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How to Negotiate a Lower Credit Card Interest Rate

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By Eva Norlyk Smith, Ph.D.
June 2, 2011

Concerned about high interest charges on credit card debt? You’re not alone. With credit card interest rates at record levels, millions of Americans are paying thousands of dollars each year in interest.

Fortunately, if you play your cards right, it’s often possible to negotiate a lower interest rate on your credit cards. This not only saves you money on interest charges, it also gets you out of debt faster since more of the monthly payments will go toward paying down principal instead of interest. Even a 5 percent drop in the APR on a $10,000 credit card debt will reduce interest charges by more than $500 a year.

Most people know that it’s possible to negotiate a lower interest rate on credit cards, but many are reluctant to try. In a recent survey from Lending Club, 93 percent of those surveyed said that they were aware that cardholders can ask to have their credit card interest rate lowered. However, only 29 percent had actually called their card issuer to do so. Significantly, among the 29 percent who made the call, two-thirds were successful.

If you have a good credit score, low levels of debt in relation to your available credit and don’t have any late payments on your credit cards, you are in a good position to negotiate a lower interest rate. People with a high credit score should be paying competitive APR rates of 12 to 15 percent. If you pay more that that, it’s worth your while to negotiate a better rate.

To optimize your chances of success, follow the steps below when negotiating a lower rate.

1. Know your credit score.
First, pull your credit score to get an idea of what your chances are for getting your interest rate lowered and by how much. “Your credit card issuer won’t be interested in lowering your rate unless you have good credit,” says Sandy Shore, a senior counselor with Novadebt, a nonprofit credit counseling agency in Freehold, N.J. “Before you even try to call, look at your credit score and make sure you’re in a strong position.”

For people with bad credit, such as a credit score below 660, it’s typically more useful to improve your credit score first before trying to negotiate a lower interest rate. If this is your situation, consider working with a credit counselor to make the fastest progress.

2. Know your options.
Go online to check what rates the card issuer is offering to new customers. This will give you a realistic idea of what rate the issuer should be able to give you. In addition, check online for low interest credit card offers to see what interest rate someone with your credit score could get when applying for a new credit card. Your best options are low interest credit cards that offer a combination of high initial credit limits and low interest rates. Be aware that cards with highly competitive rates sometimes come with low initial credit limits.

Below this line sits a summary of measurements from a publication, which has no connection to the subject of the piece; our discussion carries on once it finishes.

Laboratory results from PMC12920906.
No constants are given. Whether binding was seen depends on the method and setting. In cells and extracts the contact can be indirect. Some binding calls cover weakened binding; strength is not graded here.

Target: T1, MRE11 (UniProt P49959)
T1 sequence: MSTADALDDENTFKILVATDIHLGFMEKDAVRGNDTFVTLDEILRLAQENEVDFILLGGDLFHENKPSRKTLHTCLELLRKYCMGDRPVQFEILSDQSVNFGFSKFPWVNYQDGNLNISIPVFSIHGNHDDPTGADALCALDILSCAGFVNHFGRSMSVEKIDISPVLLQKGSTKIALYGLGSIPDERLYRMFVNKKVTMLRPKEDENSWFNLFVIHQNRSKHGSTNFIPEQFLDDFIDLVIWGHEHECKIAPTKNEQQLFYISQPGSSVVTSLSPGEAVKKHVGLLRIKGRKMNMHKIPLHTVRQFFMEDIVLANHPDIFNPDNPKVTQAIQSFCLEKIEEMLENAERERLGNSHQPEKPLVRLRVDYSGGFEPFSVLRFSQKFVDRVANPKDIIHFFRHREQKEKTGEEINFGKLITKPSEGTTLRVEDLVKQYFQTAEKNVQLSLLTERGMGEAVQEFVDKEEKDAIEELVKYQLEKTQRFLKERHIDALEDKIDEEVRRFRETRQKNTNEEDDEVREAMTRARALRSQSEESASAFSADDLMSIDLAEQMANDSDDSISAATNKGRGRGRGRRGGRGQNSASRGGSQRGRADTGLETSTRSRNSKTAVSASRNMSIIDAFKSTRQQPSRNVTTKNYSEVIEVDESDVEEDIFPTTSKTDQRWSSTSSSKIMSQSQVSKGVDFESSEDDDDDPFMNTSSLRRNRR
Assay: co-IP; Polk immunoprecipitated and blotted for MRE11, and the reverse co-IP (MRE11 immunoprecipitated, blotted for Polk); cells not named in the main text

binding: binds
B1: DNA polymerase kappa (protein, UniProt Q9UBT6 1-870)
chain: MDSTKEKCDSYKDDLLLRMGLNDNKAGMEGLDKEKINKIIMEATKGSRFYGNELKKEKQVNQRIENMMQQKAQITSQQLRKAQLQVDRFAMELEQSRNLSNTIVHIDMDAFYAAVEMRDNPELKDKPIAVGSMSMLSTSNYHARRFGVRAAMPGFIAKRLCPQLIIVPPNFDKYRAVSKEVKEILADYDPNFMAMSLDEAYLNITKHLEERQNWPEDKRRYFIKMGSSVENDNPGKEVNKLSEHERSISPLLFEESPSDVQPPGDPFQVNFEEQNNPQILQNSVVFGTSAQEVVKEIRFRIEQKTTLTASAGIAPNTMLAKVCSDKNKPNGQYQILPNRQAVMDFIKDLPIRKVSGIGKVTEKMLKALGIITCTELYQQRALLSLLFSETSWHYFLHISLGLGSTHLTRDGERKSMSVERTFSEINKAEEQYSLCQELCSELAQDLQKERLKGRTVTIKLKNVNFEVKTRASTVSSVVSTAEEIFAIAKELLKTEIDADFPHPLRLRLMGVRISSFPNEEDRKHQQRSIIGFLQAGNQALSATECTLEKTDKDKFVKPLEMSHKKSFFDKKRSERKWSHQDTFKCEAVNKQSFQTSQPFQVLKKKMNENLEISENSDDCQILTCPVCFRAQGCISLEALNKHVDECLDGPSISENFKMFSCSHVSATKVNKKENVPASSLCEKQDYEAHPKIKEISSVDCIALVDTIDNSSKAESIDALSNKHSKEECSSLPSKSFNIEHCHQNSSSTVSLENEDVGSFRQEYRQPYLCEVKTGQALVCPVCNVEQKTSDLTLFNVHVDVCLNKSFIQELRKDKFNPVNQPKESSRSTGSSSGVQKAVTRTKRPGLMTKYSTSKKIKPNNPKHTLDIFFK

3. Call your credit card issuer.
Explain that you’ve been exploring low interest credit card offers online. Refer to a couple of competing low rate credit cards you’re considering applying for. Then note that you’d prefer to stay with your current card issuer if they can offer you a more competitive interest rate on your account.

4. If you don’t get anywhere, call back in 30 minutes.
If you don’t get an offer from the first person you speak to, don’t push the point. Just politely end the call. Then call back in 15-30 minutes, and go through your script again. There are thousands of people working in card issuers’ customer service departments, and there is a surprising difference in how each of them will respond to a request. The representative you were talking to could simply be having a bad day. But if you call back, you may get better results.

5. Up the ante.
Representatives will rarely give you their best offer first time around, so if you get the offer, make sure it’s the best available. Say, “I was looking for something a little bit lower. Is this the best rate you can offer?” If you get a better rate, take it. If you don’t, chances are that you’ve already been offered the best rate you’re eligible for.

6. Bump it up.
If you don’t get offered a lower rate the second time around, ask to speak to a supervisor. Supervisors have greater authority to make changes to accounts, and you can often make greater progress with someone higher up. Go through your script again and remember to be polite and professional. If you get angry and frustrated, it will only work against you.

7. If all else fails, seek outside assistance.
If you can’t seem to negotiate an acceptable credit card interest rate, it can often be helpful to seek the advice of a credit counselor. Credit counselors work with card issuers all the time to seek better terms for clients, and they often know which rates a specific card issuer is willing to offer and under what circumstances.

“A lot of people think that you have to be in serious problems to speak to a credit counselor,” says Mike Sullivan, Director of Education at Take Charge America. “However, credit counselors can help you simply manage your finances better. I always suggest that people call a credit counseling agency even if they have no problems, and are simply looking for ways to manage their personal finances better.”

Credit counselors working for nonprofit agencies offer free services, so you have nothing to lose. By looking at your financial situation, a credit counselor will be able to see why you can’t get the rate lowered and suggest other options.

To find a legitimate credit counselor, look for someone working with an agency affiliated with either The National Foundation for Credit Counseling or the The Association of Independent Consumer Credit Counseling Agencies.

(Article updated 6-2-2011. Originally published 5-22-2009.)